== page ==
What kind of edge restraints can I use for a gravel path?

Edge restraints serve a simple purpose, but have a big impact on the look and maintenance of a gravel path. They block encroaching grass, and keep the small stones in line so they don't scatter onto your lawn. There are a number of differed edge restraints you can use on a gravel path including bricks, stones and metal. Choose the type that complements the style of your landscape.

Bricks or pavers

If your gravel path is a primary walkway in your garden, use bricks or pavers to create a more formal, structured look. The materials should sit 5 cm (2 inches) taller than the edges of the walkway to prevent gravel from spilling over in heavy rain. Set them over a foundation of compacted aggregate and sand to allow underground water to drain away. Place the bricks or pavers end-to-end for a narrow border or side-to-side for a broader border to accommodate curves.


Landscape timbers offer a natural contrast to small, hard rocks. Use timbers on a straight or angled path to give it casual definition. Pressure treated to prevent rot, timber edging can last for as long as the walkway itself. Install the boards over a gravel foundation and bury them at least halfway into the ground for stability.


Natural stone edging accentuates the texture and colours of a gravel path. Irregularly shaped, medium-size fieldstones and flagstones give depth and a rustic quality to a landscape. Resistant to weather and erosion, well-laid stone edging calls for little to no maintenance. Install the stones over a bed of gravel to prevent them from sinking in the ground, and wedge small stones between large ones to stop weeds from growing through cracks.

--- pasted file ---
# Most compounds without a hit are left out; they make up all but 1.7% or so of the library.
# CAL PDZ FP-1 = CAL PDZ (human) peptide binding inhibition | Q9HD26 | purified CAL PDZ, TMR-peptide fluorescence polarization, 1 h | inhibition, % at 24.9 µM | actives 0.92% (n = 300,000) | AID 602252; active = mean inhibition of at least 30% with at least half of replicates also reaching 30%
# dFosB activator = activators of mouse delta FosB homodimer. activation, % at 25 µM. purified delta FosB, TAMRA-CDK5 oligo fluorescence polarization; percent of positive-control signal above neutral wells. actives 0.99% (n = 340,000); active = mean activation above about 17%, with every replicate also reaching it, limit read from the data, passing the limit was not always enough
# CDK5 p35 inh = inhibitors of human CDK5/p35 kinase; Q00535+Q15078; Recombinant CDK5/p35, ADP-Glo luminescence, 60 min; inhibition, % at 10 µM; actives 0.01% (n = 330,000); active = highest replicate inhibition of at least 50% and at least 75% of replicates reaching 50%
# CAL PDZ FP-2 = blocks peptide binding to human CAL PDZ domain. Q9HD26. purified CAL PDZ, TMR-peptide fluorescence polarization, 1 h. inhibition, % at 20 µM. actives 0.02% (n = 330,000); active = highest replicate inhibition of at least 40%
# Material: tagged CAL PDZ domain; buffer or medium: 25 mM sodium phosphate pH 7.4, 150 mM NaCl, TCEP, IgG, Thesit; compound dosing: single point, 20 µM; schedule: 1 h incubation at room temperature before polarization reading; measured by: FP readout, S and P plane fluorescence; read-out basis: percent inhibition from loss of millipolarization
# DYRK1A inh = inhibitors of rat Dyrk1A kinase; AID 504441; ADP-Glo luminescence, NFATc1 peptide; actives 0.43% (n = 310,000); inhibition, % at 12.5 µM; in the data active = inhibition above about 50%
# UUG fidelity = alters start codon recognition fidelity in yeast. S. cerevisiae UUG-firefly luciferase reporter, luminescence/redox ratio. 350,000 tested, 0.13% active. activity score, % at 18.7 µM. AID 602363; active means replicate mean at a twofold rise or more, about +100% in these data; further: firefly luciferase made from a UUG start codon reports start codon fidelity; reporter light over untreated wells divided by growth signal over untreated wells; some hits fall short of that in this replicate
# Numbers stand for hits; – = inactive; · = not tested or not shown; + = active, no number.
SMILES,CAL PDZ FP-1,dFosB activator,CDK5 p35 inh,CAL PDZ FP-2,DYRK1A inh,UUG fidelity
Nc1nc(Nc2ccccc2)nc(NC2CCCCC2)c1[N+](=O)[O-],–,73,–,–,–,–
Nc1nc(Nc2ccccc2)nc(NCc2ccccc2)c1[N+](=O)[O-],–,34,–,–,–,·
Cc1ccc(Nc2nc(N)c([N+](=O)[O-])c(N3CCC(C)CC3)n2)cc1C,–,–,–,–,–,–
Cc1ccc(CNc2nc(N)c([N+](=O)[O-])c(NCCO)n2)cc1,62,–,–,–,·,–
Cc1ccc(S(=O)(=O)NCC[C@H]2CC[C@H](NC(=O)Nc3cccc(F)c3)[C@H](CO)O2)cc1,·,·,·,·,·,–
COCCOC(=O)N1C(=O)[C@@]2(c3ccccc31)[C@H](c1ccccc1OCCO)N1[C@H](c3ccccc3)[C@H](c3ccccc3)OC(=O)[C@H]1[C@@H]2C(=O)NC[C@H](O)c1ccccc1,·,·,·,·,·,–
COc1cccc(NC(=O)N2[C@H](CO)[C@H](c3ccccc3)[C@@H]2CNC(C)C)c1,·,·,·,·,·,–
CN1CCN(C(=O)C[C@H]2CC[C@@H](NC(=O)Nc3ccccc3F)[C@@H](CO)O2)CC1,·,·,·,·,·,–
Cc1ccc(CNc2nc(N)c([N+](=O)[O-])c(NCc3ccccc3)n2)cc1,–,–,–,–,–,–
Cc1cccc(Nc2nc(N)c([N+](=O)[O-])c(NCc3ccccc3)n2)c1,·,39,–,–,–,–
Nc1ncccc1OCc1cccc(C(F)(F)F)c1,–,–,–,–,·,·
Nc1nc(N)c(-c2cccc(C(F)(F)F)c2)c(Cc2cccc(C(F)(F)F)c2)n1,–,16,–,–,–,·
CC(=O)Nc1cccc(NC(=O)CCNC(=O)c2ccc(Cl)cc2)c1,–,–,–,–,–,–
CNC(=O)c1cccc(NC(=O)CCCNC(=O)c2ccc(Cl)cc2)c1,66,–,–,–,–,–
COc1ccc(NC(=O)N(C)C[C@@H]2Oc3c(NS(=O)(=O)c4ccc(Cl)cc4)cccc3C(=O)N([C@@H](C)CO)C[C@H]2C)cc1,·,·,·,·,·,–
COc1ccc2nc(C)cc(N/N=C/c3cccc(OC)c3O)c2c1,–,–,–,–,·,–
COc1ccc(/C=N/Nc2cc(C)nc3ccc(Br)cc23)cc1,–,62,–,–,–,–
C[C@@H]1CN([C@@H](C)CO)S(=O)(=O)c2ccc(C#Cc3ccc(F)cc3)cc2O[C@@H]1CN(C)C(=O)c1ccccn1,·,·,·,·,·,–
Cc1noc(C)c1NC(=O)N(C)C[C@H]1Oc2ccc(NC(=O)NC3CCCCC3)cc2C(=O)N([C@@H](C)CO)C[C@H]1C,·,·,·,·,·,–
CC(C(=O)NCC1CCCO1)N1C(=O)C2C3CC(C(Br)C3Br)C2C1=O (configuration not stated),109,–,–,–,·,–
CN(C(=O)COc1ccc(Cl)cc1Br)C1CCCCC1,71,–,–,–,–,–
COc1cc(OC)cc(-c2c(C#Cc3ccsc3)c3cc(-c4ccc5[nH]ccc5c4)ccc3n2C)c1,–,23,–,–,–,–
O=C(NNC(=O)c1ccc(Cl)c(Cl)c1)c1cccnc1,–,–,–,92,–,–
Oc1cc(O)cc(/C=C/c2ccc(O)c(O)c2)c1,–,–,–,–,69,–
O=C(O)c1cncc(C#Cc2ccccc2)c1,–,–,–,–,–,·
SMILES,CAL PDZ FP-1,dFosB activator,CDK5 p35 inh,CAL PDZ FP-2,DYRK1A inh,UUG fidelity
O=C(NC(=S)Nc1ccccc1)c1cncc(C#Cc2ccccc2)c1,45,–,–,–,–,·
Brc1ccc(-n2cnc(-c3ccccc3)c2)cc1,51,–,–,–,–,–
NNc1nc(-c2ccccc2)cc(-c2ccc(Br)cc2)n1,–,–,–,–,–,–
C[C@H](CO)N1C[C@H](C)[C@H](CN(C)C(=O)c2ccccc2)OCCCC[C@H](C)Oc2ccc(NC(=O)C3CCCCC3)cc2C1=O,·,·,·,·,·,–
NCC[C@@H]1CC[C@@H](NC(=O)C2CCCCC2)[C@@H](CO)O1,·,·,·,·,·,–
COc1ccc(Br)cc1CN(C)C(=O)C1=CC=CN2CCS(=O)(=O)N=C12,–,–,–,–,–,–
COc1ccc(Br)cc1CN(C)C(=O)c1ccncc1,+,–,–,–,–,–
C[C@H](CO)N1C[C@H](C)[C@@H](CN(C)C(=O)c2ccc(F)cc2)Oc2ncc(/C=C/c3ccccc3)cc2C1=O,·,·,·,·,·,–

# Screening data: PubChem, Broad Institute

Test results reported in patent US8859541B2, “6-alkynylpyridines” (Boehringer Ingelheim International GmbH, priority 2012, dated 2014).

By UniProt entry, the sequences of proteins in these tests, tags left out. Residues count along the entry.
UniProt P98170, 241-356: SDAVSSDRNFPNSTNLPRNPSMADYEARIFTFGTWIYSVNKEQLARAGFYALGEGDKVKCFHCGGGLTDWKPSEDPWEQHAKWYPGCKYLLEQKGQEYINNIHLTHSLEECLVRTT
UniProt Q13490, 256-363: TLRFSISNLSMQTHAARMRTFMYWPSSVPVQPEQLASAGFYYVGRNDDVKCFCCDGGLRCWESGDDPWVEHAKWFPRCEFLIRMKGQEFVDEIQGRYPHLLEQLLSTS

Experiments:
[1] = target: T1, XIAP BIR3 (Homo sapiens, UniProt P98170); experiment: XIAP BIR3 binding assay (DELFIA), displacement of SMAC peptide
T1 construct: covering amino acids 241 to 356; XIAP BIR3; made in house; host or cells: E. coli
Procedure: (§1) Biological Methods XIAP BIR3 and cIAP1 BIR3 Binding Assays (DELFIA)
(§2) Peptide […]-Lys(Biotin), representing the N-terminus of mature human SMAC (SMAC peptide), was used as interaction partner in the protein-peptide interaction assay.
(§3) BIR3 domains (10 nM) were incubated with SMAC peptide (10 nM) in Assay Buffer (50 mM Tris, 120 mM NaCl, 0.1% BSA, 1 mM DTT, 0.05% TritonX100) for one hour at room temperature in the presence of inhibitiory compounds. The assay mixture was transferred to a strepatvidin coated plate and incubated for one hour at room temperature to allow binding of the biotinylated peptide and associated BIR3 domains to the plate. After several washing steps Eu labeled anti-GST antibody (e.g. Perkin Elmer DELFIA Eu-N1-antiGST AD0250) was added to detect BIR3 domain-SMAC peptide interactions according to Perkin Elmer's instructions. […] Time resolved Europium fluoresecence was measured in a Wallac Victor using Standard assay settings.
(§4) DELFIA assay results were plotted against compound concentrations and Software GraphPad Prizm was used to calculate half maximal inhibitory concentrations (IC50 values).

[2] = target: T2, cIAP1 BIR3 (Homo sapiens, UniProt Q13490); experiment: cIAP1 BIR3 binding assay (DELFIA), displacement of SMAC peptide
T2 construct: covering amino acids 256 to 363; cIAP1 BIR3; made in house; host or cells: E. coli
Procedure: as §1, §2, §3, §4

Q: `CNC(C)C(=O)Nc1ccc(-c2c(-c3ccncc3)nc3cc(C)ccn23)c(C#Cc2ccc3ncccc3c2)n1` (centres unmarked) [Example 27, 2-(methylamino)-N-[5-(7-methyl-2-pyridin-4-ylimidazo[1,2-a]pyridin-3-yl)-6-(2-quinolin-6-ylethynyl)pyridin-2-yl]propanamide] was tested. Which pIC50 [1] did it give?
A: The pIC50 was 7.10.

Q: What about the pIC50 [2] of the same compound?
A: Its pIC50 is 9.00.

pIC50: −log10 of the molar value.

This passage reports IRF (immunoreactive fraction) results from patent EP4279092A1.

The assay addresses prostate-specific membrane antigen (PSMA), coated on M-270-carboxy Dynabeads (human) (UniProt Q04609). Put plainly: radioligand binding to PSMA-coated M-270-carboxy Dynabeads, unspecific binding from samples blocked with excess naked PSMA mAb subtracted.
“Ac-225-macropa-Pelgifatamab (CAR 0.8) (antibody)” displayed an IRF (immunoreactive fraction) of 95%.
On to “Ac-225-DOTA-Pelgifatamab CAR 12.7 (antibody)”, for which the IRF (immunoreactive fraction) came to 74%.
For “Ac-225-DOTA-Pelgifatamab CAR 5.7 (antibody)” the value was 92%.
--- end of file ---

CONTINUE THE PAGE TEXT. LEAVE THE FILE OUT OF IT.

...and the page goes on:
Metal or Plastic

Preserve the simplicity of a gravel path with metal or plastic edging. Choose metal for straight paths and flexible plastic for curved edges. Install the strips by placing them against the edge of the path and hammering nail spikes through the pre-cut holes. Metal and plastic blend into the surroundings, serving the same purpose as other edge restraints without drawing attention to the edging itself.

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About the Author

Aurora LaJambre is a writer and editor living in Brooklyn, N.Y. For over five years she's covered topics in culture, lifestyle, travel, DIY design and green living for print and online media. Her publication credits include "WOW Women on Writing," "Six States" and She graduated from New York University in 2003 with a Bachelor of Fine Arts in creative writing.